With checkboxes you can let visitors pick many settings at once. Or with radios you can limit choices to just one selection.

Both options are completed valid and it’s what makes this plugin so great. All you need is a copy of the plugin’s files and one simple jQuery function.

8. Pickadate.js

pickadate js plugin

I’ve lost count of how many datepicker plugins are out there. You could spend weeks digging through options just to get your calendar picker setup.

My recommendation is for Pickadate.js. It’s simple, lightweight, and fully responsive so it works on all mobile devices too.

Best of all this functions as a date and time picker so you can choose just one of those features, or include both in the same input field. Pickadate comes with its own stylesheet so you just add this plugin to your page and let it run.

It’s frequently updated with bug fixes and you can find tons of example codes on GitHub.

9. Formvalidation

formavalidation plugin

Another saturated feature with dozens of plugins is form validation. This is where JavaScript checks each field as the user types and lets them know whether the contents are valid or not.

This is super handy for password fields with requirements for certain characters/limits, and with email fields to make sure the email address looks real.

jQuery’s Formvalidation plugin is my go-to pick since it’s lightweight and super easy to customize. It works on all the major frameworks including Foundation and Bootstrap.

Plus the online docs are pretty straightforward so even non-coders should be able to figure them out.

But feel free to search through Google and see what else you can find. This is not the only form validation plugin and it’s not always the best choice for every website.

10. jQ Ideal Forms

jquery ideal forms

Looking for an entire framework to design custom web forms? Then jQ Ideal Forms might work for you.

This feels much like the JCF library I mentioned earlier. However jQ Ideal Forms isn’t really an aesthetics library, but more of a functionality & validation library. It does change the style of form inputs but the real benefit is custom validation.

You can use the Ideal Forms plugin to check email addresses, dates, passwords, and duplicate field entries to make sure they match.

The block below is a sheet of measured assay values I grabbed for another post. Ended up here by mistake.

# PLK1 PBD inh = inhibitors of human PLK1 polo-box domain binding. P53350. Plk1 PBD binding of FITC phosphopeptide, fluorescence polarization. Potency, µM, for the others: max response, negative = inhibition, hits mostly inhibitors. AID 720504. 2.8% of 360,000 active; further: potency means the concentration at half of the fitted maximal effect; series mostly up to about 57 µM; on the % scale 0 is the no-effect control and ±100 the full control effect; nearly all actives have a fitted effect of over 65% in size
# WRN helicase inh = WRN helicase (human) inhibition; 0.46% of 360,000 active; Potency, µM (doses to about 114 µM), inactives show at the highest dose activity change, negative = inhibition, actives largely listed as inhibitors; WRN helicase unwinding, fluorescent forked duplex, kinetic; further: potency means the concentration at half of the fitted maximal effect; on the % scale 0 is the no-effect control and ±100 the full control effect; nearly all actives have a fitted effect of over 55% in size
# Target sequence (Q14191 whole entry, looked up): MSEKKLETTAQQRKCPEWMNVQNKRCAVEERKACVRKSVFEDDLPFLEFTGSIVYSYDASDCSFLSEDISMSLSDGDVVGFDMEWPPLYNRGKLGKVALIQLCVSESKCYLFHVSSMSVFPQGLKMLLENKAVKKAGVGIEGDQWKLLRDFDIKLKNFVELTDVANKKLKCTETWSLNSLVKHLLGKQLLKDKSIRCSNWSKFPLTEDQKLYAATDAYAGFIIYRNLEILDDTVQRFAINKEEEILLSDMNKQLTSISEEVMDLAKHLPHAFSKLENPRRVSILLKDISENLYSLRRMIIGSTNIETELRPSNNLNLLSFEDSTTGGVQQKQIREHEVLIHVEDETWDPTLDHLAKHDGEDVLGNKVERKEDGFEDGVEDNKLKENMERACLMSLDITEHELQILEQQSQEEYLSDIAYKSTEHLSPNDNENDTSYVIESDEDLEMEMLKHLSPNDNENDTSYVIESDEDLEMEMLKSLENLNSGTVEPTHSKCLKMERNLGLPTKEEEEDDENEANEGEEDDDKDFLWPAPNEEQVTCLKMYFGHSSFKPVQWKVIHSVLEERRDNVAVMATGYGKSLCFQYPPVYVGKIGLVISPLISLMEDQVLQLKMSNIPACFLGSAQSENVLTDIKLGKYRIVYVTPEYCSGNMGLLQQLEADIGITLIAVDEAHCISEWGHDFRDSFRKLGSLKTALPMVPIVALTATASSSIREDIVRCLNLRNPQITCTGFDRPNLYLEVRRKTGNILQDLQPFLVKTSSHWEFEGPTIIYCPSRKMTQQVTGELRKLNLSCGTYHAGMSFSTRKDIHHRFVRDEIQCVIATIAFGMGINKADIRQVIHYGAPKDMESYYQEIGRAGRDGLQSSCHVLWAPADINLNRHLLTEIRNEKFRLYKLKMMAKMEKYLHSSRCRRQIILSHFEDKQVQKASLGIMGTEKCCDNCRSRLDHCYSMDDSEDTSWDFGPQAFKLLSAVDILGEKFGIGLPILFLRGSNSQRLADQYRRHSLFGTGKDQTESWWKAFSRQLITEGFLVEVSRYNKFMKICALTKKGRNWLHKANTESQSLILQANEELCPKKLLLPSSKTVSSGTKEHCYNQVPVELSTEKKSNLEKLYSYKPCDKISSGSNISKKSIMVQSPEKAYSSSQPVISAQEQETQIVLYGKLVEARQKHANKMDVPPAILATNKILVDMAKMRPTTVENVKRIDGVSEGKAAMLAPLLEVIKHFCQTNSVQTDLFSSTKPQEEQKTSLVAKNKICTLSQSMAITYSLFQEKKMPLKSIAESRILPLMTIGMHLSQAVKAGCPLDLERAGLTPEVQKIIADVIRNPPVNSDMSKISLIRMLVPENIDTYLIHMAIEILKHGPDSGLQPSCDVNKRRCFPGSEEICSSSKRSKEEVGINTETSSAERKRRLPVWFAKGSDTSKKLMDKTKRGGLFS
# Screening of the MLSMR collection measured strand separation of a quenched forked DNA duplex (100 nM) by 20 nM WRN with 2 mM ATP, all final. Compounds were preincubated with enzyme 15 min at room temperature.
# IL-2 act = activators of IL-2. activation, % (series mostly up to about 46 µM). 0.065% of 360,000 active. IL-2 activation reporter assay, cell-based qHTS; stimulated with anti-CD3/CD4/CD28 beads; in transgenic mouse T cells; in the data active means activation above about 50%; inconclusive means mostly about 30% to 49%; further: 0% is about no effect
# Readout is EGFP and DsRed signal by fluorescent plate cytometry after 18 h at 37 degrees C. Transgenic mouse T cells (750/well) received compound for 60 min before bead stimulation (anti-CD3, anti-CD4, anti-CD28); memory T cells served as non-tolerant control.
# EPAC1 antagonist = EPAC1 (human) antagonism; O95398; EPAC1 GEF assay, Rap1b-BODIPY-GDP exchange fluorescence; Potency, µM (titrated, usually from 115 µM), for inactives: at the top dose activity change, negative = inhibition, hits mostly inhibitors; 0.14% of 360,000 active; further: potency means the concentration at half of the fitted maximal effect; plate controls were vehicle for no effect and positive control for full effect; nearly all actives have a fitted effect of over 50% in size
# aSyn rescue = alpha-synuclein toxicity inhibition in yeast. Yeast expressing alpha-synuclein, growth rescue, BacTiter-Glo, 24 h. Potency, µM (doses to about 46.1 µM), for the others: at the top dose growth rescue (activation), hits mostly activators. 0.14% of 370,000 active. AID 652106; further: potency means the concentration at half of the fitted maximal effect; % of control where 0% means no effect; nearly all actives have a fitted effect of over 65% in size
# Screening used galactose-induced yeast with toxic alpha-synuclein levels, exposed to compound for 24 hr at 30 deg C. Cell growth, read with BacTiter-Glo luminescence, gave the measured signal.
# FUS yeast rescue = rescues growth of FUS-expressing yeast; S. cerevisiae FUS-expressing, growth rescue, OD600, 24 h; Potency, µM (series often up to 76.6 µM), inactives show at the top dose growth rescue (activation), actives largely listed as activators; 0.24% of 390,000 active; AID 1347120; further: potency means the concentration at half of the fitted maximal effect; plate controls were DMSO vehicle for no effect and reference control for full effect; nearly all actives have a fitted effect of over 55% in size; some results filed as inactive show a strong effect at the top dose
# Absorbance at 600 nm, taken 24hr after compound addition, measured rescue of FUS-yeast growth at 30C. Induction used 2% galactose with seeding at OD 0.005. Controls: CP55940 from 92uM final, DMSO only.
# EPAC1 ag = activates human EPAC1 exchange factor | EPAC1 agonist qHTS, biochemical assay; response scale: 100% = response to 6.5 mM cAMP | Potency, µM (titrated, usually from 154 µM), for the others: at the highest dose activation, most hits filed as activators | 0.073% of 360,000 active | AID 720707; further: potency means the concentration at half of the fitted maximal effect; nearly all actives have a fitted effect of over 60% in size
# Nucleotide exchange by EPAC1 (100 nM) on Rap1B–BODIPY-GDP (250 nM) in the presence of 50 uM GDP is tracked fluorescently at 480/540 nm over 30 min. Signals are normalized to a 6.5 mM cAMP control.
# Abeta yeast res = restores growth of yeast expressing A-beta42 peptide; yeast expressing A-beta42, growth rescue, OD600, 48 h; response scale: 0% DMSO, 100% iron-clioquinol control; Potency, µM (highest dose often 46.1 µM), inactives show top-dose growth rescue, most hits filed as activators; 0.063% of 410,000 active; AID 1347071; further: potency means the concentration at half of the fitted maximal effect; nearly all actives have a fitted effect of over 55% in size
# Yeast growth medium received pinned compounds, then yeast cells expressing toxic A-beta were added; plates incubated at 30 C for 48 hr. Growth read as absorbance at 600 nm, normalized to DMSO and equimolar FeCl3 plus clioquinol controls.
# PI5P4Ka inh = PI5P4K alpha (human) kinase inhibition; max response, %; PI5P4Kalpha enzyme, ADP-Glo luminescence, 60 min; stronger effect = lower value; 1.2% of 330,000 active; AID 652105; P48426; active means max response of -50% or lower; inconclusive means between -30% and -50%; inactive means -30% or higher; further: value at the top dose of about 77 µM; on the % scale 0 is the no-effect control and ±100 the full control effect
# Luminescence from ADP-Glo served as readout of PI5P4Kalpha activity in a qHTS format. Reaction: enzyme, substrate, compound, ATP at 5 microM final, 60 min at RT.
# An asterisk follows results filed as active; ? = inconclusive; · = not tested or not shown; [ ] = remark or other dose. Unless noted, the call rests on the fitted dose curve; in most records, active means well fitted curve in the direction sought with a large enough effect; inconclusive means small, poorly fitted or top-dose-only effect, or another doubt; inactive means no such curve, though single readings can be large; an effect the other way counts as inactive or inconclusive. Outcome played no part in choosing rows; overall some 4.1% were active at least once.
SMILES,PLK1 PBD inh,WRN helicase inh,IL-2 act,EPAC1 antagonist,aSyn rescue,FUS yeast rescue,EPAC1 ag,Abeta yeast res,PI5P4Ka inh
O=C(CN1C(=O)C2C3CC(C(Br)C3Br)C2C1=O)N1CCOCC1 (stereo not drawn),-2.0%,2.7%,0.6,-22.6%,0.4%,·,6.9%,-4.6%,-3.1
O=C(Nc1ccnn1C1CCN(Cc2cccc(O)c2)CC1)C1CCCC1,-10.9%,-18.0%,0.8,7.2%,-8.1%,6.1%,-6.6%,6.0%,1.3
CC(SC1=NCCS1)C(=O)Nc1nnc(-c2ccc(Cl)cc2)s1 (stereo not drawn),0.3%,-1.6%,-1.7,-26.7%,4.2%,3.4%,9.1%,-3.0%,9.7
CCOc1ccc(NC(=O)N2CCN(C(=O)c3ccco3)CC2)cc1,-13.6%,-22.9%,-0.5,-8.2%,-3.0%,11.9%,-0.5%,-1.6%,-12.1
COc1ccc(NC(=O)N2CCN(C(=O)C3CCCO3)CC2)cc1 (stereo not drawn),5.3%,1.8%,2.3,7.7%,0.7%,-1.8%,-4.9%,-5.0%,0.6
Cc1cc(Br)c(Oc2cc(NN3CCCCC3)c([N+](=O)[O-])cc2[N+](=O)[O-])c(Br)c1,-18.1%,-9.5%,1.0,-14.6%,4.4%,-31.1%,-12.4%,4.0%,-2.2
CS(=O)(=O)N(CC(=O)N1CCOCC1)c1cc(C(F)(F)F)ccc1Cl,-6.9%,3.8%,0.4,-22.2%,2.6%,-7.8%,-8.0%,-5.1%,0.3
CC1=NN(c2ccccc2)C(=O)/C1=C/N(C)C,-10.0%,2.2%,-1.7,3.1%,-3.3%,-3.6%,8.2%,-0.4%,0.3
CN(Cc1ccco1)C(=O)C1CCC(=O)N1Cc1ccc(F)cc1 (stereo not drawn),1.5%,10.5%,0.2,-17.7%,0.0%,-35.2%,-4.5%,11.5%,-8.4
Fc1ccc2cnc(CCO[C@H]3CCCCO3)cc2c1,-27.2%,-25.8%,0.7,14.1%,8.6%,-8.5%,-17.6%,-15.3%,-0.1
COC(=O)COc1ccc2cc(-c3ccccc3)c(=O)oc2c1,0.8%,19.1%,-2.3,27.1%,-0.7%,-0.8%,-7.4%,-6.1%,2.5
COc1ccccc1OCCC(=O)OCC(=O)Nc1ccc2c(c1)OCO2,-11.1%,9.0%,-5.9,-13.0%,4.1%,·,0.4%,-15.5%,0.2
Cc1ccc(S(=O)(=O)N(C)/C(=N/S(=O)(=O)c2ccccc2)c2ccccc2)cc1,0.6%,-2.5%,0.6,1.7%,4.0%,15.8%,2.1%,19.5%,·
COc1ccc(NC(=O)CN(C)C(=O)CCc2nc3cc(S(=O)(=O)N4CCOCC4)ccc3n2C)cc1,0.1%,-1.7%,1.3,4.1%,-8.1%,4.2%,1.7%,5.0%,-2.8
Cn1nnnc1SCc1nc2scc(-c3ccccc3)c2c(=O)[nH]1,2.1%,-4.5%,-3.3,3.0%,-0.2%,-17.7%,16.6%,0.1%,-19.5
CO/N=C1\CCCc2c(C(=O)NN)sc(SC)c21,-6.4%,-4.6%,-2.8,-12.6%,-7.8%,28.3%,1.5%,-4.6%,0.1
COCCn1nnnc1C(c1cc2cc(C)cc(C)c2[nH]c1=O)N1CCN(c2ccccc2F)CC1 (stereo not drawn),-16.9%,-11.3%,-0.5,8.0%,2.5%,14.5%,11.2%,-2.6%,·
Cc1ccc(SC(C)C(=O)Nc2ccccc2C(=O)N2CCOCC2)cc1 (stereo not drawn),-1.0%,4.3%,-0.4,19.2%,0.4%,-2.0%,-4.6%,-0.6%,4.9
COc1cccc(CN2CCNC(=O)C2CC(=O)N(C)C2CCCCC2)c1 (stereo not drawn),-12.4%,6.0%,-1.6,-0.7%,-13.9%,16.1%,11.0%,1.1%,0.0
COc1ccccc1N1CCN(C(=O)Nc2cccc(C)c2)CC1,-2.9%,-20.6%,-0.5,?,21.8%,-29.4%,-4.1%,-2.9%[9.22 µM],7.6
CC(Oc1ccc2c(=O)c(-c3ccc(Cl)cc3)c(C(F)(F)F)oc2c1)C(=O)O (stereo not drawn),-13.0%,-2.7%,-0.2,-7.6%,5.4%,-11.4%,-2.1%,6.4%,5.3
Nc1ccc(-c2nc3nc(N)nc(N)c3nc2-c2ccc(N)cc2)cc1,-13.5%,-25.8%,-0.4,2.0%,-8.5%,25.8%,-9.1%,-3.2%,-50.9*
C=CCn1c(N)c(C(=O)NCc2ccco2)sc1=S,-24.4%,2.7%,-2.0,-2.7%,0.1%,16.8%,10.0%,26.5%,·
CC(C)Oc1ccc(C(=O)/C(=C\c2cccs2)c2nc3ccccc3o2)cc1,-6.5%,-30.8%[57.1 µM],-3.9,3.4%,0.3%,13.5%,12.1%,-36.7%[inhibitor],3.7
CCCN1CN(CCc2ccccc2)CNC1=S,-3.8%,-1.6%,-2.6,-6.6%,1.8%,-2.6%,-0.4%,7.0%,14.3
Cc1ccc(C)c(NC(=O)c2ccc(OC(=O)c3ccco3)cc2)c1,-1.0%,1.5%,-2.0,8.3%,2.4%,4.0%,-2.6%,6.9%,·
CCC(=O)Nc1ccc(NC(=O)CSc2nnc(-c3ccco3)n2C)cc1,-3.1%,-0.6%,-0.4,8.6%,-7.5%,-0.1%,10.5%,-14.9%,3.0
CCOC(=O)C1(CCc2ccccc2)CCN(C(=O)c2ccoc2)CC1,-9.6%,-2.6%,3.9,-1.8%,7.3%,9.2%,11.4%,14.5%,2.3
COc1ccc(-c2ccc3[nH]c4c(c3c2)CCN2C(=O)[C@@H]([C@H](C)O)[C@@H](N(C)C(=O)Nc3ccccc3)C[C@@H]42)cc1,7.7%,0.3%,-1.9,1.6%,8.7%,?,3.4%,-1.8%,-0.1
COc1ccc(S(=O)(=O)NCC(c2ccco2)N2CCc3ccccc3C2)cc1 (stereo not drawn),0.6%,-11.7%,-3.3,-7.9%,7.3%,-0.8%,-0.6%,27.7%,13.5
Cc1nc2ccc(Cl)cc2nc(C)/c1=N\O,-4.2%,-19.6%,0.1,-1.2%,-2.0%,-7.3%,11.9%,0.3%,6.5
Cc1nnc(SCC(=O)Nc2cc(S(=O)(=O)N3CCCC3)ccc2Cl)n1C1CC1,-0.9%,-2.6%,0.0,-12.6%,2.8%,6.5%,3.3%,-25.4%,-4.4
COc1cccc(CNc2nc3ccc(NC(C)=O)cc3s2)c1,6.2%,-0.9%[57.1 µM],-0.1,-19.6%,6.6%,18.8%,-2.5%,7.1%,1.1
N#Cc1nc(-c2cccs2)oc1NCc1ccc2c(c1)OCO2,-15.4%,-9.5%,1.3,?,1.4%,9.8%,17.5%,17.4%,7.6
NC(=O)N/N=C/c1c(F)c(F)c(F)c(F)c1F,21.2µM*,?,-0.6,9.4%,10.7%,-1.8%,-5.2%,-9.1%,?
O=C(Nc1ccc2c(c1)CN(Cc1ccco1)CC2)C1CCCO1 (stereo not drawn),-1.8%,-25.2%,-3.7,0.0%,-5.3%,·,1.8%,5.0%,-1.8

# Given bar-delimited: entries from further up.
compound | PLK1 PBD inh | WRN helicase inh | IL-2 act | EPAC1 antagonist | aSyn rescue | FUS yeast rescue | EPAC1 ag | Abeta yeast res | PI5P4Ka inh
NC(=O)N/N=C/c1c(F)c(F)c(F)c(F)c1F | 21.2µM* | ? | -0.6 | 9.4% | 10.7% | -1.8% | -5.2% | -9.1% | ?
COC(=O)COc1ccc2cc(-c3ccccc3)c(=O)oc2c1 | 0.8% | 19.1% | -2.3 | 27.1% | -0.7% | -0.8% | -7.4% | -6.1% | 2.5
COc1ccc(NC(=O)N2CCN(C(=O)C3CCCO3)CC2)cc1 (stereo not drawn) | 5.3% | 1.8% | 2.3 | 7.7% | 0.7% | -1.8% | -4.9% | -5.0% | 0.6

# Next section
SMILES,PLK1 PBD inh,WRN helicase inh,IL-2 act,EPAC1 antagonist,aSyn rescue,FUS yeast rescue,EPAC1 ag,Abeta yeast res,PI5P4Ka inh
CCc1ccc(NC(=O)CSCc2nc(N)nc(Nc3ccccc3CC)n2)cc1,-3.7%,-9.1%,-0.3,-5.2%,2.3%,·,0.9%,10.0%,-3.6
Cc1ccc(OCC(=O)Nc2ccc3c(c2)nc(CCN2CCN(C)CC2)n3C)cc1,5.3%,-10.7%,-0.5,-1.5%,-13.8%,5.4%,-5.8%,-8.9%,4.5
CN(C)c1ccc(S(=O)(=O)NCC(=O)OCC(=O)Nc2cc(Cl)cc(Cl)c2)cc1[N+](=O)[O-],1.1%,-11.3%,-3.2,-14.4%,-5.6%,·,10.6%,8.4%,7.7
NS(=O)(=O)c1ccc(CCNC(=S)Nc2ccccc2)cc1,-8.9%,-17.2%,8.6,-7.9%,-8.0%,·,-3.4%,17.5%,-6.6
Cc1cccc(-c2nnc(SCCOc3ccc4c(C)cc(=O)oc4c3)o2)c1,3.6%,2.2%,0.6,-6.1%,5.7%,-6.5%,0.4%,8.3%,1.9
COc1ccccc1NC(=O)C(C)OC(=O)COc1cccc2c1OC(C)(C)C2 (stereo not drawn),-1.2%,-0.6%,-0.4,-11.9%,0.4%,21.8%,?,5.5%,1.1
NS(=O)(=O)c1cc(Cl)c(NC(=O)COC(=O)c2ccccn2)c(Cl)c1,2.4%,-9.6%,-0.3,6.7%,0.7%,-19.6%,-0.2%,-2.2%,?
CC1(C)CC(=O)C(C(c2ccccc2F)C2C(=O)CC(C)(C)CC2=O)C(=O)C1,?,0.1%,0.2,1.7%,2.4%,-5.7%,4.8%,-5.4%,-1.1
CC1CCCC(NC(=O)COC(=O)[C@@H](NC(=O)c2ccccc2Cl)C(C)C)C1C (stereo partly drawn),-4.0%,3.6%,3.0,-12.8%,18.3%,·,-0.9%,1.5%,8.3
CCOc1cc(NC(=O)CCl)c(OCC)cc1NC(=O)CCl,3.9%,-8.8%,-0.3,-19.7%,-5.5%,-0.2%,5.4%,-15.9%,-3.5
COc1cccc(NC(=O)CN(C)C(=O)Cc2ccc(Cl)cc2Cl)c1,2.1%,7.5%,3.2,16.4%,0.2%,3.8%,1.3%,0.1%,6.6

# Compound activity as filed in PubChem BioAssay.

It supports custom keyboard shortcuts and even uses the jQuery UI calendar picker for date-based inputs(good for mobile too!)

An excellent choice for anyone who wants strong form validation with custom styles packed into one plugin.

11. Autosize

autosize plugin

I’ll admit this is a pretty simple plugin but oftentimes it’s the little things that make the largest difference in user experience.

Autosize works as a vanilla JS plugin but it can function well on jQuery too. You just target whichever textarea element(s) you want and let this run.

By default your textareas will hold their normal height which you can set in CSS. But with this plugin the textarea should auto-resize whenever the user types enough characters to hit a scrollbar.

It’s a nifty feature to enhance readability and keep your textareas visible at all times.

12. Rangeslider.js

rangeslider js plugin

Not everyone needs range sliders and they’re definitely not a typical resource in web forms. But the HTML5 spec fully supports these numeric sliders and with Rangeslider.js you can build on top of this functionality.

This awesome plugin is a free jQuery polyfill for the default HTML5 element. This means you can add the range slider into older browsers that wouldn’t normally support the feature, plus you can give it a sleek new look.

The plugin is touchscreen friendly and passes data properly to the backend. It also supports legacy browsers dating back to IE 8+ so it’s a safe choice for running these range inputs everywhere.

13. jQuery Credit Card Validator

jquery credit card plugin

Last in my list is the amazing jQuery Credit Card Validator. This plugin was a true labor of love and it’s by far my favorite credit card automation plugin.

It does not validate the number based on CCV/expiration date because it doesn’t run a full credit card submission. Instead this checks the card numbers against typical patterns used by certain companies like Visa and MasterCard, then automates the detection process using these patterns.

This works through a special algorithm that was adopted & restyled to run in JavaScript. So if you have an ecommerce site and need frontend CC validation this should be your #1 pick.

Wrapping Up

With all these plugins at your disposal you should have more than enough to expand your webforms. You can add custom radios, checkboxes, select fields, upload forms, expanding textareas with floating labels and so much more.

But remember that plugins can bloat your layout and website speed is important too. Find a way to strike a balance between expanded form features and quick load times for the ultimate user experience.

Jake is a writer & designer covering the latest tech on the web. He frequently writes about user experience and resources for building usable websites. Check out more work on his portfolio site and find his latest updates on Twitter @jakerocheleau.